One of the most incredible birds in the world is the Pesquet’s parrot otherwise known as the Psittrichas fulgidus, and the vulturine parrot because its head and beak look very similar to those of a vulture. Some have even called it the “Dracula Parrot” because of the red and black color, and because it does kind of look like a vampire if you use your imagination.
The bird is typically found in New Guinea’s cloud forests in the lower mountains and foothills. However, their beautiful feathers make them a target for poachers, and their numbers have been in rapid decline. The feathers of the Pesquet’s parrot are highly prized. This combined with high prices in aviculture has resulted in over hunting. Habitat loss also presents an ongoing problem. For these reasons, it is evaluated as Vulnerable on the IUCN Red List of Threatened Species. The Pesquet’s parrot is listed on Appendix II of CITES.
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Parrot or vulture? It’s the Vulturine Parrot (Psittrichas fulgidus), or Pesquet’s Parrot, whose featherless face is reminiscent of a vulture’s. What’s different, though, is that the parrot mainly eats figs, not carrion. Like in vultures, scientists think its bare face might be an adaptation to prevent bits from sticking to it when diving into a meal. This bird is native to forests in Papua New Guinea. Photo: Peter Tan
These birds often travel in pairs or small groups. The Pesquet’s Parrot is one of three parrots with bare, featherless faces. It is thought to have evolved this way to avoid feathers from becoming matted with the fruit pulp the parrot feeds on.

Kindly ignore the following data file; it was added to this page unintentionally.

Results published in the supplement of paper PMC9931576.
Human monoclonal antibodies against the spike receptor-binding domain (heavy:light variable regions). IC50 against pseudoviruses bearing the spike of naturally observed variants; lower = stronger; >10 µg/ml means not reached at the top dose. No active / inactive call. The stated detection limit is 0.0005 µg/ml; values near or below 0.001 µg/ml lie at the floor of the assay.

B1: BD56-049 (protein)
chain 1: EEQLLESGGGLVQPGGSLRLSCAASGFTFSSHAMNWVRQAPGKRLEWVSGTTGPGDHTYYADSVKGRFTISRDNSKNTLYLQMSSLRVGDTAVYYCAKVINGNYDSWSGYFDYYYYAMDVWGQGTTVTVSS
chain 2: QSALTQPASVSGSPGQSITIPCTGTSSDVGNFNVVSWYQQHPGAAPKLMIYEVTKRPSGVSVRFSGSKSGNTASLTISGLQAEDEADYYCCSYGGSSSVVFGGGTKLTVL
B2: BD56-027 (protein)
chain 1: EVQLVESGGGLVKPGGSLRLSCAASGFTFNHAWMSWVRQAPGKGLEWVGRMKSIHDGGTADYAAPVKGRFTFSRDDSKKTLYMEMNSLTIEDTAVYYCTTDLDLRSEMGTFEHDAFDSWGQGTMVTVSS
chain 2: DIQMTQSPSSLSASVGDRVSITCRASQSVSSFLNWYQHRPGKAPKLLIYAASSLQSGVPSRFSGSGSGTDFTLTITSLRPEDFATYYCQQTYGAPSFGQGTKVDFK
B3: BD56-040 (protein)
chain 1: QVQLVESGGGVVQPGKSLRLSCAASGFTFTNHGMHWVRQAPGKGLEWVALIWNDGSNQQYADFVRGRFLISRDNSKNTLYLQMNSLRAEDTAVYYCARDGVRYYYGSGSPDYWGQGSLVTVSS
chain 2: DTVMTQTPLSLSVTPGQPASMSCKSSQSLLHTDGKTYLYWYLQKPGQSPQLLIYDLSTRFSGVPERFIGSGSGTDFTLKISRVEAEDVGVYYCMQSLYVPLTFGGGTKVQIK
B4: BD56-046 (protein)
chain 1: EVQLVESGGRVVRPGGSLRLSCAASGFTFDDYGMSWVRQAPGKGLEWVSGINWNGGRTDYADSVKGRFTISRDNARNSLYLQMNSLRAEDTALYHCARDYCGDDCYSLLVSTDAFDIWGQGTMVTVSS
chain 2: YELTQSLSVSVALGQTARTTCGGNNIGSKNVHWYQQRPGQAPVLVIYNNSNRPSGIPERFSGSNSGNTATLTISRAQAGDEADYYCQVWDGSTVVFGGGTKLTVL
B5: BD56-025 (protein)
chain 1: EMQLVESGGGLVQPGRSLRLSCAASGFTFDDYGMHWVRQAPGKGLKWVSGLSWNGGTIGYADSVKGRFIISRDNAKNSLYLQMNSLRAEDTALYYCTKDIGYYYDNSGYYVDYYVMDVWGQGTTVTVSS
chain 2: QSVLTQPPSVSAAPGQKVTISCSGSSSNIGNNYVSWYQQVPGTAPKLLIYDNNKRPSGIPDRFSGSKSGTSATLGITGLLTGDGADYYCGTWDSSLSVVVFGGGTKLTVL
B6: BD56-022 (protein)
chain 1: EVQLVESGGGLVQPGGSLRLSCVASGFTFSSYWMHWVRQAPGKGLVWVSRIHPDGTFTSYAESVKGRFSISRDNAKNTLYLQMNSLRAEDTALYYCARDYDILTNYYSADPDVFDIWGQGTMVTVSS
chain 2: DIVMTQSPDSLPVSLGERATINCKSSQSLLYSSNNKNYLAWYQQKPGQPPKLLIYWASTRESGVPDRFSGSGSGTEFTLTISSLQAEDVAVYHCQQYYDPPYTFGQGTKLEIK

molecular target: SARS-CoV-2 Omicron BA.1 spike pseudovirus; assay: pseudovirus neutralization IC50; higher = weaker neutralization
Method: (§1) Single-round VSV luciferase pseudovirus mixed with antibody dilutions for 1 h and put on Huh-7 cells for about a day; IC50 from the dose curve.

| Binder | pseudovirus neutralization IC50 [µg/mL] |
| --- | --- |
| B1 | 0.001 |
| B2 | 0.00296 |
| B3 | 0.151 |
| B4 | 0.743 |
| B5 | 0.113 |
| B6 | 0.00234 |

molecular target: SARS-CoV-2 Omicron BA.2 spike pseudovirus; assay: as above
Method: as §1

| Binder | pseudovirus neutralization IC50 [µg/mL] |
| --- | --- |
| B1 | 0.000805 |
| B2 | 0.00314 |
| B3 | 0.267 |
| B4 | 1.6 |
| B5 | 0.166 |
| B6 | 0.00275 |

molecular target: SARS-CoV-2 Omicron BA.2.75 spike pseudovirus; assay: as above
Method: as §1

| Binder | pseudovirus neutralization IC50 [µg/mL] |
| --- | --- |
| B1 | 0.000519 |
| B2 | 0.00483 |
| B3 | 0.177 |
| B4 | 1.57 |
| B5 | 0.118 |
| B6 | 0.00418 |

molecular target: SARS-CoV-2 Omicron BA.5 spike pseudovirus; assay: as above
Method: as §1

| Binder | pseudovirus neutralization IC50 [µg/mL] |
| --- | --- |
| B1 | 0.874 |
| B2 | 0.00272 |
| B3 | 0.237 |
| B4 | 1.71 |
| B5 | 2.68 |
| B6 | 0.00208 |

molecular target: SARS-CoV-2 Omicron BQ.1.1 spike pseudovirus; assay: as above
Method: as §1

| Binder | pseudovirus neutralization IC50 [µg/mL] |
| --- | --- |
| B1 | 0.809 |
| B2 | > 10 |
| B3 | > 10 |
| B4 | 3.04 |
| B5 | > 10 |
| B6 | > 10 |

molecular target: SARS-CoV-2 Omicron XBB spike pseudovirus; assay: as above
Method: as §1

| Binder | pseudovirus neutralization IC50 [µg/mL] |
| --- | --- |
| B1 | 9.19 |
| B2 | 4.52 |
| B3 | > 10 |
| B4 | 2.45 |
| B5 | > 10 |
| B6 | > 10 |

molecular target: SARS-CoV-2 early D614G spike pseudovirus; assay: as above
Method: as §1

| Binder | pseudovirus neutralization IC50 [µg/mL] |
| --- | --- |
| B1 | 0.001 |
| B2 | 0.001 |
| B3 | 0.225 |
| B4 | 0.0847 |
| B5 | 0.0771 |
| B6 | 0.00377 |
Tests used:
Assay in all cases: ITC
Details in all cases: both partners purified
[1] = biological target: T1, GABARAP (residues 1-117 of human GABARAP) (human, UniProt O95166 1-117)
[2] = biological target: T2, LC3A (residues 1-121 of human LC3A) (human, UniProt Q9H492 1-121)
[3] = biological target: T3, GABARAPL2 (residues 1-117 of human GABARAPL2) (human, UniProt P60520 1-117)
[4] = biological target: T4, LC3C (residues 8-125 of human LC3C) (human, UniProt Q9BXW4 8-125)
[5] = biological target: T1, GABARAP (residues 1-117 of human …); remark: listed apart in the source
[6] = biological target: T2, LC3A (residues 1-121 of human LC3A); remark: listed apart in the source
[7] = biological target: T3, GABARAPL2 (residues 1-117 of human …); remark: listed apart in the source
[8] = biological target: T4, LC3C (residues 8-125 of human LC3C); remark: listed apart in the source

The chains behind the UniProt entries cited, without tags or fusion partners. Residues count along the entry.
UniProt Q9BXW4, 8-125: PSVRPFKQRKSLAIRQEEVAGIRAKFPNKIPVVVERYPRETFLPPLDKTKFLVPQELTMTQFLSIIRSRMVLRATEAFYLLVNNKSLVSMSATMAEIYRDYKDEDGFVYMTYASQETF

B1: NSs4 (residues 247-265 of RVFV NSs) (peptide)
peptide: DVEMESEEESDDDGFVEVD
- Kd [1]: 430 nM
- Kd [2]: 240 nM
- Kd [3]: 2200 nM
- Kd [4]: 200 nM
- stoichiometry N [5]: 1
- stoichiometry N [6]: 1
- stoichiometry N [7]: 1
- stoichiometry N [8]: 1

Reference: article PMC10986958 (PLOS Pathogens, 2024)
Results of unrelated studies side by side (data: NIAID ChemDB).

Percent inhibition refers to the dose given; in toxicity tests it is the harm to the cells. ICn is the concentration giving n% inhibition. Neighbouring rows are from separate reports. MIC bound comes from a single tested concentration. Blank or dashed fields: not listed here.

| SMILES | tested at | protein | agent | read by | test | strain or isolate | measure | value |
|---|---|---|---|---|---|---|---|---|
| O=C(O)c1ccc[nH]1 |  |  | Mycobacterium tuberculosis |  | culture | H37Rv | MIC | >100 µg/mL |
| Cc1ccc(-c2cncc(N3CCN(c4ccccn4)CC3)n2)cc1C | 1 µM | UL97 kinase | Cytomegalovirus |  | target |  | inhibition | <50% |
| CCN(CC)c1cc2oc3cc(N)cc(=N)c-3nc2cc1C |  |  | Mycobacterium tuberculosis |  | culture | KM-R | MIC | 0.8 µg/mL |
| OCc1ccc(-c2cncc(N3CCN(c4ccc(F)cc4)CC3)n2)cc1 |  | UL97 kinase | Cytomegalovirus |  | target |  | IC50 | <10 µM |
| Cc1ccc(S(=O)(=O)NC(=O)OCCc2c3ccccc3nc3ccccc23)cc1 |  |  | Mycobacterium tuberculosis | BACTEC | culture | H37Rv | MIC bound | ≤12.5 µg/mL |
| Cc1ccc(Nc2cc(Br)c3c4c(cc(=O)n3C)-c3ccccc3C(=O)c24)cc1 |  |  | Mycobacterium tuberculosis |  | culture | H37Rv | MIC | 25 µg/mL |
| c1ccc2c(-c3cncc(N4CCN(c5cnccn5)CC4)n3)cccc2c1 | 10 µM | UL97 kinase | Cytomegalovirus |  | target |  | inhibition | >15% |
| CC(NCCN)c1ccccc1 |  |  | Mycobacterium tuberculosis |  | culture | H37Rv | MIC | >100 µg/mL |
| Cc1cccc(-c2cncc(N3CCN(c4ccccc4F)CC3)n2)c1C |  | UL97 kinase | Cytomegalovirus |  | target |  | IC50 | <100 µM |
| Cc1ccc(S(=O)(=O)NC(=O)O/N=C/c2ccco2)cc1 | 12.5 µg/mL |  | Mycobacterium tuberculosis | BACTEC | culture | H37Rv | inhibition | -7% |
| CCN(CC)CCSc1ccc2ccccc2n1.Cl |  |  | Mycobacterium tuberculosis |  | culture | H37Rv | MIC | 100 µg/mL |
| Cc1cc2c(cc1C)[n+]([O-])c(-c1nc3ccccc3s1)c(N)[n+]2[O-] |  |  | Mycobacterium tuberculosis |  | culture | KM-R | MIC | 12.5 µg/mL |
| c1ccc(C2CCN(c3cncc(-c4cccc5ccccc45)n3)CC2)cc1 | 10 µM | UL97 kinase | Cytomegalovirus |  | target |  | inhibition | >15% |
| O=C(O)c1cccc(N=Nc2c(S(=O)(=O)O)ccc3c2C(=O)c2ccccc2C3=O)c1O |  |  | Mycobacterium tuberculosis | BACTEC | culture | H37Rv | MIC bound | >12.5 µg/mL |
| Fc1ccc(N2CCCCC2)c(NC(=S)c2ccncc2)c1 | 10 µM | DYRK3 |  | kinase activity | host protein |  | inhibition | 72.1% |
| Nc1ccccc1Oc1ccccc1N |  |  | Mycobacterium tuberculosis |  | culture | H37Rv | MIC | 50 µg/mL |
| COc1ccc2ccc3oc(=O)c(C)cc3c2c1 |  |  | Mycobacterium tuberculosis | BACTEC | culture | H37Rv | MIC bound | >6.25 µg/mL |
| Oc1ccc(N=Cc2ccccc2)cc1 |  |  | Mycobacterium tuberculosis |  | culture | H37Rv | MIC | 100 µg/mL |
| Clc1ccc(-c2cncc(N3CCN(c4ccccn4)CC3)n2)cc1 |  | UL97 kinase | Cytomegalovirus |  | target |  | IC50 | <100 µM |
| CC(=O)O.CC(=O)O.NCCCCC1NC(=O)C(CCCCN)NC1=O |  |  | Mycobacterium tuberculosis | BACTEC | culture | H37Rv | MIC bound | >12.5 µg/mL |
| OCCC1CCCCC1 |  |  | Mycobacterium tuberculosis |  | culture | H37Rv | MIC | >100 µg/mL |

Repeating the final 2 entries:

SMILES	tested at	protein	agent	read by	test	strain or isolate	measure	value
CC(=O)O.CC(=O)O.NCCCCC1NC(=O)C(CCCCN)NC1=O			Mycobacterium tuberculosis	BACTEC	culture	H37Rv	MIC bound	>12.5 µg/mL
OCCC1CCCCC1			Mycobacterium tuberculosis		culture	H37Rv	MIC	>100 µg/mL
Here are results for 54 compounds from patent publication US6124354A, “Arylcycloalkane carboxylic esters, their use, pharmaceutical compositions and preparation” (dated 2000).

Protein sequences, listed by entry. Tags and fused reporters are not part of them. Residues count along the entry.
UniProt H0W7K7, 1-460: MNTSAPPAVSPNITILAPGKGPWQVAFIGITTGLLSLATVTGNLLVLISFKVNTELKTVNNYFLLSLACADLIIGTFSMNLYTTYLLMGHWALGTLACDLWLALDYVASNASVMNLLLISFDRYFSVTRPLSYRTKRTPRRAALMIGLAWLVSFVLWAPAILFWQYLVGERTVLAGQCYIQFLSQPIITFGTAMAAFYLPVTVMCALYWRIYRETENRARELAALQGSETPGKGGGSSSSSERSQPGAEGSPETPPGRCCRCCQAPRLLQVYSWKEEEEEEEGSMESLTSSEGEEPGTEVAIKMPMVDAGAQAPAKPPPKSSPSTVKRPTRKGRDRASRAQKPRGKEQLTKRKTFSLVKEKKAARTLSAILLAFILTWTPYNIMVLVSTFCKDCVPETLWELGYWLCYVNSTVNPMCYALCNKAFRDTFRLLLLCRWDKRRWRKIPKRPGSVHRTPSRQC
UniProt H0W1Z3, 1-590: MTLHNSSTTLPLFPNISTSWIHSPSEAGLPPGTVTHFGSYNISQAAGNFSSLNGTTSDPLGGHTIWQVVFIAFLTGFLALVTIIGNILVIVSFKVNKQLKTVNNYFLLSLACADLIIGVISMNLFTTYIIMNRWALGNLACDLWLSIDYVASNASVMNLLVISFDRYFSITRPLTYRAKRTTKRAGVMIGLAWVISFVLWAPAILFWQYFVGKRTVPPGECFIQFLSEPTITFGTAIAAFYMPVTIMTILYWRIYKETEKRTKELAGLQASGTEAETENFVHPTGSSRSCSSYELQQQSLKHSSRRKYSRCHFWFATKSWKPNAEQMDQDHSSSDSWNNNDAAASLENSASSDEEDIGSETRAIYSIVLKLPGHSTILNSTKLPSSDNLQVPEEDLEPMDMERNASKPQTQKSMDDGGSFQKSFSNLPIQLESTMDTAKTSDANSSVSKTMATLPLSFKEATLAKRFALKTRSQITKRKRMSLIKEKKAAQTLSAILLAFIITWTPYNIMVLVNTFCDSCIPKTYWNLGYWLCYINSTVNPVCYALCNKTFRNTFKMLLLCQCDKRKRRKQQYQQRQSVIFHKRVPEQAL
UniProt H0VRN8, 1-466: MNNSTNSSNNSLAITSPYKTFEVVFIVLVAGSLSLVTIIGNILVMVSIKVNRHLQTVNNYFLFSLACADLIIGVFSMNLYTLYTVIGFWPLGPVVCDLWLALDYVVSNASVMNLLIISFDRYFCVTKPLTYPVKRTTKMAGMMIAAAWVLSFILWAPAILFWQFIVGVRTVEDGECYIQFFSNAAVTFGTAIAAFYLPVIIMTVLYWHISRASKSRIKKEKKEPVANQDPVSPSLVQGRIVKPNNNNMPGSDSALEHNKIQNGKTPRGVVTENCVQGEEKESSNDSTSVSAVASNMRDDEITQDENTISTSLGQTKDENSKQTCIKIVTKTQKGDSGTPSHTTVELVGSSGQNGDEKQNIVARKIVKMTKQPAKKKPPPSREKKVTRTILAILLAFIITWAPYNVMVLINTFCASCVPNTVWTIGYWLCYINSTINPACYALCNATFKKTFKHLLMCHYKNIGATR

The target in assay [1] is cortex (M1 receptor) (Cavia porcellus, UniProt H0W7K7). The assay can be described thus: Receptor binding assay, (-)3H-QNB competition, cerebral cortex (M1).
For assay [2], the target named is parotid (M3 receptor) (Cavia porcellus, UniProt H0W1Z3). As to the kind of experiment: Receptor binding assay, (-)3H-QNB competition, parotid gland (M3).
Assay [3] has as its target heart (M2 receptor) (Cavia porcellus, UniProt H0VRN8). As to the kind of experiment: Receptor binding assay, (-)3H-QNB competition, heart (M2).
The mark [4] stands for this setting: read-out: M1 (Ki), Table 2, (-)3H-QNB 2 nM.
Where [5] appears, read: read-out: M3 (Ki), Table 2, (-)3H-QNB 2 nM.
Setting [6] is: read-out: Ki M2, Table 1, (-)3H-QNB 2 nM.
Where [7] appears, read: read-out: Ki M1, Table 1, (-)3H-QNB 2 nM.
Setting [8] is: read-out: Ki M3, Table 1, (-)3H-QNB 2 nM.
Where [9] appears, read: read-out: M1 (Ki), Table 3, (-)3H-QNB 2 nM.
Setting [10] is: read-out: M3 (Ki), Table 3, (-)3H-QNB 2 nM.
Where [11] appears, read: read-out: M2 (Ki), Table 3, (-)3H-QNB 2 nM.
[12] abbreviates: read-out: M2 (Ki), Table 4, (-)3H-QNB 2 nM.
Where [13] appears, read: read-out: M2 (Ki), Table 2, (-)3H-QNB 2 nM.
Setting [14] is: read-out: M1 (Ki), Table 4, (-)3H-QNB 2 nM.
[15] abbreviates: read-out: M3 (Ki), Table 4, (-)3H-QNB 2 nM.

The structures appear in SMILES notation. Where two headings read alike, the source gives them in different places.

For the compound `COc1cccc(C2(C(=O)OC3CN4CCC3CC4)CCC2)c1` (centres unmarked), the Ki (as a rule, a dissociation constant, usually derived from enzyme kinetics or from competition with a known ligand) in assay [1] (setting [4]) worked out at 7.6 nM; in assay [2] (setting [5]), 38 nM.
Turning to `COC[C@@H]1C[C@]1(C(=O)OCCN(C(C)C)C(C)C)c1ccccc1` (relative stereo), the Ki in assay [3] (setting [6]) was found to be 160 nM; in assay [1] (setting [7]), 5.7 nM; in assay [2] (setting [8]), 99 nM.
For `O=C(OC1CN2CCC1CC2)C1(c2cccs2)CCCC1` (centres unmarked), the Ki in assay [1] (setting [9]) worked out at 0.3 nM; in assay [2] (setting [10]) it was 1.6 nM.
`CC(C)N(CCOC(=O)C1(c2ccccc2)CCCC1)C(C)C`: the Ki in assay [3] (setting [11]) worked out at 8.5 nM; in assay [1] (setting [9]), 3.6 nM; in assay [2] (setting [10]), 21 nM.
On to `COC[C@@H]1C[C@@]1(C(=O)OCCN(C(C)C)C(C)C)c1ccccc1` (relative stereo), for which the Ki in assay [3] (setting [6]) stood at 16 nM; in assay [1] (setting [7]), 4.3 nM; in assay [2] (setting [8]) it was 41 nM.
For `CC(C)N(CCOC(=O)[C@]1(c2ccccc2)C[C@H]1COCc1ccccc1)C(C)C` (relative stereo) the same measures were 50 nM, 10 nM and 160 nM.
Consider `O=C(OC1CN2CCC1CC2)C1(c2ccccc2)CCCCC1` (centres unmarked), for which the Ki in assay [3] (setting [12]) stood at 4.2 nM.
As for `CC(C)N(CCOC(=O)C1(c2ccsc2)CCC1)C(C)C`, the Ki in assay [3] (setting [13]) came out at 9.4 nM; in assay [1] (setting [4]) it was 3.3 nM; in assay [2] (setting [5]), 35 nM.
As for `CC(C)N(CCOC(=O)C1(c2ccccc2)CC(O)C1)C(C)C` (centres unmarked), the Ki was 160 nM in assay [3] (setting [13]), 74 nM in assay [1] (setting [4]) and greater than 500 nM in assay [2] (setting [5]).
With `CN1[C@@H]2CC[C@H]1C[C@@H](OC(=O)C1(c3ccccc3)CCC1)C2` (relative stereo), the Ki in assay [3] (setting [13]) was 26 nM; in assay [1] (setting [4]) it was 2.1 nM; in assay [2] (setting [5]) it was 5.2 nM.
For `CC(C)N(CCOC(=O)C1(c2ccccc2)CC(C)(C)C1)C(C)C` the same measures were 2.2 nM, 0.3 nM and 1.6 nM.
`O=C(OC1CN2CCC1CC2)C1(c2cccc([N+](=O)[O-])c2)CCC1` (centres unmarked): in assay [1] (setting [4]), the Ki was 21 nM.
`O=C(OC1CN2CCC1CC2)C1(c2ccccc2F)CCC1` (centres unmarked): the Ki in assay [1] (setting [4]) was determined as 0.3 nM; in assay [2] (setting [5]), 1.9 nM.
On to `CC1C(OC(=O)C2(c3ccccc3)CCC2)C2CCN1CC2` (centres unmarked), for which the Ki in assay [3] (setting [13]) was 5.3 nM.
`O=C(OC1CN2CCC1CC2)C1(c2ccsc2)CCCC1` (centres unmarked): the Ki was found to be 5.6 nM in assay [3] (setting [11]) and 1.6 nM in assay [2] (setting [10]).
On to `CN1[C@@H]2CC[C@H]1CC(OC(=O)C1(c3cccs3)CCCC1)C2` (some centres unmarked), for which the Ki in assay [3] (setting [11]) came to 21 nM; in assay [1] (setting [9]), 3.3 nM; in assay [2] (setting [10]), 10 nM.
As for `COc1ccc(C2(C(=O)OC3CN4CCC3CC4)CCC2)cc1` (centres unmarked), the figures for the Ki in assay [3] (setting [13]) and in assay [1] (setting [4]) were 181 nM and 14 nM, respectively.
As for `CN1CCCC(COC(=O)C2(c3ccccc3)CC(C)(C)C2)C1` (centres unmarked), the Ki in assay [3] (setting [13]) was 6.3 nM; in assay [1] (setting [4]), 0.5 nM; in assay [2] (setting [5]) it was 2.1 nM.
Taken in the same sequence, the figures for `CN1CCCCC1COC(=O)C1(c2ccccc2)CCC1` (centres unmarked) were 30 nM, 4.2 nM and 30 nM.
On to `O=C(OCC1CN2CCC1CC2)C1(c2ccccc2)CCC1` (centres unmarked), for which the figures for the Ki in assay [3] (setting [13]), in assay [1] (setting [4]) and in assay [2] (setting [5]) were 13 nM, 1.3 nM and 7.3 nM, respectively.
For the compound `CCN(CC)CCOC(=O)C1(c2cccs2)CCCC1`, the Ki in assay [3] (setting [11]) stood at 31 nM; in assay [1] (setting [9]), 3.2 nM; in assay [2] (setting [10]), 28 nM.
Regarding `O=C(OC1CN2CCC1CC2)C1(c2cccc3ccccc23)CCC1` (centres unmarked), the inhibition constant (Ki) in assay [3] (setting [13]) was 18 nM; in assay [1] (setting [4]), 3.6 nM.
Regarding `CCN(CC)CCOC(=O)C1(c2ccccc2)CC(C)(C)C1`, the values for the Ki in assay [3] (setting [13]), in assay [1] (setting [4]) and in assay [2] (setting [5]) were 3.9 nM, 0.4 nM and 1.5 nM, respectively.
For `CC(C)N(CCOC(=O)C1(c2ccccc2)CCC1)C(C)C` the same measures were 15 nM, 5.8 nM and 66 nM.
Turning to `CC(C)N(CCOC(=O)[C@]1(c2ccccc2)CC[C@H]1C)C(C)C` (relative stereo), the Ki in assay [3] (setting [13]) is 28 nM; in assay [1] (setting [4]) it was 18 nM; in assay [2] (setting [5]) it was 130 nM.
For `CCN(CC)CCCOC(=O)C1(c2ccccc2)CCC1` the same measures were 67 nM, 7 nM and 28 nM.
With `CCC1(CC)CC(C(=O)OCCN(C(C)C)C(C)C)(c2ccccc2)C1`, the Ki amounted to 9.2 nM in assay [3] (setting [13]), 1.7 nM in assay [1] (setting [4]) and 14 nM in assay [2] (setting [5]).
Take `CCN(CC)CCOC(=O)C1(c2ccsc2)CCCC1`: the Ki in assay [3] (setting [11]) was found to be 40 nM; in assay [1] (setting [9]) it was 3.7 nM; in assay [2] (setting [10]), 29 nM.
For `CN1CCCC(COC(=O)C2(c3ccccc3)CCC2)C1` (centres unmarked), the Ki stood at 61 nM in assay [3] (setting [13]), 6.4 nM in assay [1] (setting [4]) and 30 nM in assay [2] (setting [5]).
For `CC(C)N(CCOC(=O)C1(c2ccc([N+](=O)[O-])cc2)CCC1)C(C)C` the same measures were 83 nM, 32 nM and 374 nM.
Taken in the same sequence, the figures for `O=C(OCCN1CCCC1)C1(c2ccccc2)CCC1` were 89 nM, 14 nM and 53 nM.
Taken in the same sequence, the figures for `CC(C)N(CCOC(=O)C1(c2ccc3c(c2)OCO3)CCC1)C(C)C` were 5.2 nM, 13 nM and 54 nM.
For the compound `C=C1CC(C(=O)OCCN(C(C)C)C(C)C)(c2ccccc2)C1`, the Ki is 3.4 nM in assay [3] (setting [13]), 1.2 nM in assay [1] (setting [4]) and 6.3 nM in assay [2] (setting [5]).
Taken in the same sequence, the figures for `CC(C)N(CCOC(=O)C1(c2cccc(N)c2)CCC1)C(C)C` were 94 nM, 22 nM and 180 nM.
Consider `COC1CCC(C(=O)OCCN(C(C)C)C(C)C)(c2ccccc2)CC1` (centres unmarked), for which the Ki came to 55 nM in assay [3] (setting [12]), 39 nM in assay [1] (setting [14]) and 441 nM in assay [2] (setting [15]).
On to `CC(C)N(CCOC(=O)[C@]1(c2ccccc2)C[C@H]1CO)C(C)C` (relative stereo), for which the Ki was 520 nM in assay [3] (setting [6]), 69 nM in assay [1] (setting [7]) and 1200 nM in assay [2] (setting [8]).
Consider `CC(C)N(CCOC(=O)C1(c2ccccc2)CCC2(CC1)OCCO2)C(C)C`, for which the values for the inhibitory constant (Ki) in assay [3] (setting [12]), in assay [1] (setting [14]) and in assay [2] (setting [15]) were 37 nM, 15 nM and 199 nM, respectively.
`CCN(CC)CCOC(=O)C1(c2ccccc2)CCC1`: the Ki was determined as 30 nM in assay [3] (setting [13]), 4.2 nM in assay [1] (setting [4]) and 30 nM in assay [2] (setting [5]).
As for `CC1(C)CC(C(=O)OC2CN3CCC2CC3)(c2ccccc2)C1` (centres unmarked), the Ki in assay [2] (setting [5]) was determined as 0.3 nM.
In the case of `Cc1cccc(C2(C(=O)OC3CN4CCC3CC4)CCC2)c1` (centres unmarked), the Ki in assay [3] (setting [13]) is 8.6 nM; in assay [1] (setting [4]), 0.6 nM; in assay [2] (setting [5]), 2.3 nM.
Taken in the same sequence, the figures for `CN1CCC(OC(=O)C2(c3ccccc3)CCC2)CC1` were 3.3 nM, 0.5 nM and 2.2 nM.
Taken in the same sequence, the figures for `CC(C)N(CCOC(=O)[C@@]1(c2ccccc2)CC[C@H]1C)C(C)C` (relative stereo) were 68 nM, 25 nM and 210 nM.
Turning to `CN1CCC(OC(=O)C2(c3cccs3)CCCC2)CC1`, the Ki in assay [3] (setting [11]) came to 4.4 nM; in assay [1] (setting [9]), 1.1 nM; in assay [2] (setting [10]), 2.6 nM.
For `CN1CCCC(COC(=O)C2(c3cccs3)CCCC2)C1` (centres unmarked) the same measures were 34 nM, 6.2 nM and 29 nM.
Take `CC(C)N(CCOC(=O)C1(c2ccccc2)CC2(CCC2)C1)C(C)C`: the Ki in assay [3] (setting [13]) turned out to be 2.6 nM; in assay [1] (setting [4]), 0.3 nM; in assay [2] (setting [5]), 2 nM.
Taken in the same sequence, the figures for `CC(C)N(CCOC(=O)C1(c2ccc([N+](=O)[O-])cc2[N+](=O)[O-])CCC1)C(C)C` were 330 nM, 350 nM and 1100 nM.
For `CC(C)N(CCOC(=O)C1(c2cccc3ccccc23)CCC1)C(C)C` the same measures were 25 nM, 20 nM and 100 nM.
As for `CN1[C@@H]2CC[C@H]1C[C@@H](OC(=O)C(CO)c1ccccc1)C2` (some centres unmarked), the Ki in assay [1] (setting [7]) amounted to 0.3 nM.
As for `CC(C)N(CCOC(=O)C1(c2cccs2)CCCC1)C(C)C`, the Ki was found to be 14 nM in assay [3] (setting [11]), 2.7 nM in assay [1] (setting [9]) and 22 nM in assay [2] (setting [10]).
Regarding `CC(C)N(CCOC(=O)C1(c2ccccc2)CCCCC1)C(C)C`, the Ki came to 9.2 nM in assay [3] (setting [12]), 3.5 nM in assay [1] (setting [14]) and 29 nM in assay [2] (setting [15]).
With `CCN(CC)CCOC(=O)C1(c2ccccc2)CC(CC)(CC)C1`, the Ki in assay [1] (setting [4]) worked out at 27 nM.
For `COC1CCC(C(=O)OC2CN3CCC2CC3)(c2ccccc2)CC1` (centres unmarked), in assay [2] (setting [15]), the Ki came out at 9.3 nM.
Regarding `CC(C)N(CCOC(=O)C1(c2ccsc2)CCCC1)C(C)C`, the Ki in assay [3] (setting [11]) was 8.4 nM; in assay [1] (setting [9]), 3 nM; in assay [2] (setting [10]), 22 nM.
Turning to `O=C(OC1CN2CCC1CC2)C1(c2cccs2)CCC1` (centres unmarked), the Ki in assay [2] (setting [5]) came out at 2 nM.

The Pesquet’s parrot is a large parrot with a total length of approximately 46 cm (18 in) and a weight of 680–800 g (24–28 oz). Its plumage is black, with greyish scaling to the chest, and a red belly, uppertail coverts and wing-panels. The adult male has a red spot behind the eye, which is not seen in the adult female. Compared to most other parrots it appears unusually small-headed, in part due to the bare black facial skin and the relatively long, hooked bill.
The Pesquet’s parrot is considered a highly specialized frugivore, which feeds almost entirely on a few species of figs. Flowers and nectar have also been reported. Researchers believe that the bare part of the head is an adaptation which developed to avoid feather-matting from sticky fruits. Little is known about its breeding habits in the wild.
New Guinea is a large island separated by a shallow sea from the rest of the Australian continent. It is the world’s second-largest island, after Greenland, covering a land area of 785,753 km2 (303,381 sq mi), and the largest wholly or partly within the Southern Hemisphere and Oceania.
New Guinea has an immense biodiversity, containing between 5 and 10 percent of the total species on the planet. This percentage is about the same amount as that found in the United States or Australia. A high percentage of New Guinea’s species are endemic, and thousands are still unknown to science: probably well over 200,000 species of insect, between 11,000 and 20,000 plant species, and over 650 resident bird species.
In the period from 1998 to 2008, conservationists identified 1,060 new species in New Guinea, including 218 plants, 43 reptiles, 12 mammals, 580 invertebrates, 134 amphibians, 2 birds and 71 fish. New Guinea has 578 species of breeding birds, of which 324 species are endemic.
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